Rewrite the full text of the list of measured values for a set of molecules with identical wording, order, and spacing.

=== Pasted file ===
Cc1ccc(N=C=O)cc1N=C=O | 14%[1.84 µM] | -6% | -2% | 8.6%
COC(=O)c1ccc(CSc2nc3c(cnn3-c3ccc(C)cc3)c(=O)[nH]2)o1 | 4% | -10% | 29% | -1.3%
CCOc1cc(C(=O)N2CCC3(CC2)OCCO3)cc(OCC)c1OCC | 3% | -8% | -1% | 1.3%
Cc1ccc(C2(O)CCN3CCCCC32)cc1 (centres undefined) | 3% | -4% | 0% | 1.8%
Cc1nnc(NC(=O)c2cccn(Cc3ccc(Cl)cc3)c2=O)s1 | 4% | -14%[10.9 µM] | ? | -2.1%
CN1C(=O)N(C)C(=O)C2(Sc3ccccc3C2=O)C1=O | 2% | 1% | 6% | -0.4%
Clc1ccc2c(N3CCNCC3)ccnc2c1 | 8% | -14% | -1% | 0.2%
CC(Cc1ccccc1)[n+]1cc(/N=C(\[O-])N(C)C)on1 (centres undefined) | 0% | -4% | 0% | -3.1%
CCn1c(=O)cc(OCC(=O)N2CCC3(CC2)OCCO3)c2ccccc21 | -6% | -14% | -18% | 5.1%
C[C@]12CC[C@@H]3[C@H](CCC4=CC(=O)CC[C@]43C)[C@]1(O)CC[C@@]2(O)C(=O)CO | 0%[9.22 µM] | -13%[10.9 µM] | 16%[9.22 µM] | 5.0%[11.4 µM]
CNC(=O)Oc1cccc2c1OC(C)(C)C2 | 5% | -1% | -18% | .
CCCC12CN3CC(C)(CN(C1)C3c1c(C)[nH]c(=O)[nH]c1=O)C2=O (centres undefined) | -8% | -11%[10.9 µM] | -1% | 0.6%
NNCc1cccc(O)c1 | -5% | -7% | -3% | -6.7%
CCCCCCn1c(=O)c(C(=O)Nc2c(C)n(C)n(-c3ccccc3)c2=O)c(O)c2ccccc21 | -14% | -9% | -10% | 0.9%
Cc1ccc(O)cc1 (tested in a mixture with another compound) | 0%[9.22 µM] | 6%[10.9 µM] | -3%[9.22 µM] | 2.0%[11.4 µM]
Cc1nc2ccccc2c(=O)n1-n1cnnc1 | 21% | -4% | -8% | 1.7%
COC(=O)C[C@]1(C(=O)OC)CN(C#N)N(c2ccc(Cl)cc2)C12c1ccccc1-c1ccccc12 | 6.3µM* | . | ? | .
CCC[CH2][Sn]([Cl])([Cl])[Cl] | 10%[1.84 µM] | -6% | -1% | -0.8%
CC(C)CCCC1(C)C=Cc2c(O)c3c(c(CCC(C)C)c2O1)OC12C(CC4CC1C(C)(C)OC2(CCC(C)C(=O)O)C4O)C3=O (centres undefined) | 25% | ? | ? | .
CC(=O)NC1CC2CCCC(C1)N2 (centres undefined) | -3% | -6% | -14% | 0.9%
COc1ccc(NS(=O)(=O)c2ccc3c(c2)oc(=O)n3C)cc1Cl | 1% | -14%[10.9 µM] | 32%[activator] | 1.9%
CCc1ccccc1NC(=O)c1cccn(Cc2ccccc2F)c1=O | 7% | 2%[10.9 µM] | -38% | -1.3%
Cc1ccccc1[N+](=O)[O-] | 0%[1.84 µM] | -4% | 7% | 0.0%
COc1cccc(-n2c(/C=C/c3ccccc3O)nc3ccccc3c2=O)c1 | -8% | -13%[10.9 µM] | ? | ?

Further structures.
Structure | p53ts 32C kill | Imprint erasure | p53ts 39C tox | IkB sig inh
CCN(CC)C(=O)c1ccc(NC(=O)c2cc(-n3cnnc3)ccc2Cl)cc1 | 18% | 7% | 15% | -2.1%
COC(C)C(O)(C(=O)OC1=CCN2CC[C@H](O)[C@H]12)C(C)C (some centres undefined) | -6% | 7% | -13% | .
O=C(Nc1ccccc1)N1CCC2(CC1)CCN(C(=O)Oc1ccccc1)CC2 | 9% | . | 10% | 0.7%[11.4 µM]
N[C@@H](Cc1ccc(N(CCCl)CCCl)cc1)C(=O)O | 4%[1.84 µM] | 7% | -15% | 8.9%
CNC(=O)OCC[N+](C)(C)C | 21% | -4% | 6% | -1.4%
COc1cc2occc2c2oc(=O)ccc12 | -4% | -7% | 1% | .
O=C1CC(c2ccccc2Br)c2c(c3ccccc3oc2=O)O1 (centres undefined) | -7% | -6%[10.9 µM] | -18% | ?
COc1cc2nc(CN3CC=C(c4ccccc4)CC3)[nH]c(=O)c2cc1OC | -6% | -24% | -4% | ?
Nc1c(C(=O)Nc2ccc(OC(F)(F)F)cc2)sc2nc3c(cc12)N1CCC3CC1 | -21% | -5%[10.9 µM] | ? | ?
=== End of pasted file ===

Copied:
Cc1ccc(N=C=O)cc1N=C=O | 14%[1.84 µM] | -6% | -2% | 8.6%
COC(=O)c1ccc(CSc2nc3c(cnn3-c3ccc(C)cc3)c(=O)[nH]2)o1 | 4% | -10% | 29% | -1.3%
CCOc1cc(C(=O)N2CCC3(CC2)OCCO3)cc(OCC)c1OCC | 3% | -8% | -1% | 1.3%
Cc1ccc(C2(O)CCN3CCCCC32)cc1 (centres undefined) | 3% | -4% | 0% | 1.8%
Cc1nnc(NC(=O)c2cccn(Cc3ccc(Cl)cc3)c2=O)s1 | 4% | -14%[10.9 µM] | ? | -2.1%
CN1C(=O)N(C)C(=O)C2(Sc3ccccc3C2=O)C1=O | 2% | 1% | 6% | -0.4%
Clc1ccc2c(N3CCNCC3)ccnc2c1 | 8% | -14% | -1% | 0.2%
CC(Cc1ccccc1)[n+]1cc(/N=C(\[O-])N(C)C)on1 (centres undefined) | 0% | -4% | 0% | -3.1%
CCn1c(=O)cc(OCC(=O)N2CCC3(CC2)OCCO3)c2ccccc21 | -6% | -14% | -18% | 5.1%
C[C@]12CC[C@@H]3[C@H](CCC4=CC(=O)CC[C@]43C)[C@]1(O)CC[C@@]2(O)C(=O)CO | 0%[9.22 µM] | -13%[10.9 µM] | 16%[9.22 µM] | 5.0%[11.4 µM]
CNC(=O)Oc1cccc2c1OC(C)(C)C2 | 5% | -1% | -18% | .
CCCC12CN3CC(C)(CN(C1)C3c1c(C)[nH]c(=O)[nH]c1=O)C2=O (centres undefined) | -8% | -11%[10.9 µM] | -1% | 0.6%
NNCc1cccc(O)c1 | -5% | -7% | -3% | -6.7%
CCCCCCn1c(=O)c(C(=O)Nc2c(C)n(C)n(-c3ccccc3)c2=O)c(O)c2ccccc21 | -14% | -9% | -10% | 0.9%
Cc1ccc(O)cc1 (tested in a mixture with another compound) | 0%[9.22 µM] | 6%[10.9 µM] | -3%[9.22 µM] | 2.0%[11.4 µM]
Cc1nc2ccccc2c(=O)n1-n1cnnc1 | 21% | -4% | -8% | 1.7%
COC(=O)C[C@]1(C(=O)OC)CN(C#N)N(c2ccc(Cl)cc2)C12c1ccccc1-c1ccccc12 | 6.3µM* | . | ? | .
CCC[CH2][Sn]([Cl])([Cl])[Cl] | 10%[1.84 µM] | -6% | -1% | -0.8%
CC(C)CCCC1(C)C=Cc2c(O)c3c(c(CCC(C)C)c2O1)OC12C(CC4CC1C(C)(C)OC2(CCC(C)C(=O)O)C4O)C3=O (centres undefined) | 25% | ? | ? | .
CC(=O)NC1CC2CCCC(C1)N2 (centres undefined) | -3% | -6% | -14% | 0.9%
COc1ccc(NS(=O)(=O)c2ccc3c(c2)oc(=O)n3C)cc1Cl | 1% | -14%[10.9 µM] | 32%[activator] | 1.9%
CCc1ccccc1NC(=O)c1cccn(Cc2ccccc2F)c1=O | 7% | 2%[10.9 µM] | -38% | -1.3%
Cc1ccccc1[N+](=O)[O-] | 0%[1.84 µM] | -4% | 7% | 0.0%
COc1cccc(-n2c(/C=C/c3ccccc3O)nc3ccccc3c2=O)c1 | -8% | -13%[10.9 µM] | ? | ?

Further structures.
Structure | p53ts 32C kill | Imprint erasure | p53ts 39C tox | IkB sig inh
CCN(CC)C(=O)c1ccc(NC(=O)c2cc(-n3cnnc3)ccc2Cl)cc1 | 18% | 7% | 15% | -2.1%
COC(C)C(O)(C(=O)OC1=CCN2CC[C@H](O)[C@H]12)C(C)C (some centres undefined) | -6% | 7% | -13% | .
O=C(Nc1ccccc1)N1CCC2(CC1)CCN(C(=O)Oc1ccccc1)CC2 | 9% | . | 10% | 0.7%[11.4 µM]
N[C@@H](Cc1ccc(N(CCCl)CCCl)cc1)C(=O)O | 4%[1.84 µM] | 7% | -15% | 8.9%
CNC(=O)OCC[N+](C)(C)C | 21% | -4% | 6% | -1.4%
COc1cc2occc2c2oc(=O)ccc12 | -4% | -7% | 1% | .
O=C1CC(c2ccccc2Br)c2c(c3ccccc3oc2=O)O1 (centres undefined) | -7% | -6%[10.9 µM] | -18% | ?
COc1cc2nc(CN3CC=C(c4ccccc4)CC3)[nH]c(=O)c2cc1OC | -6% | -24% | -4% | ?
Nc1c(C(=O)Nc2ccc(OC(F)(F)F)cc2)sc2nc3c(cc12)N1CCC3CC1 | -21% | -5%[10.9 µM] | ? | ?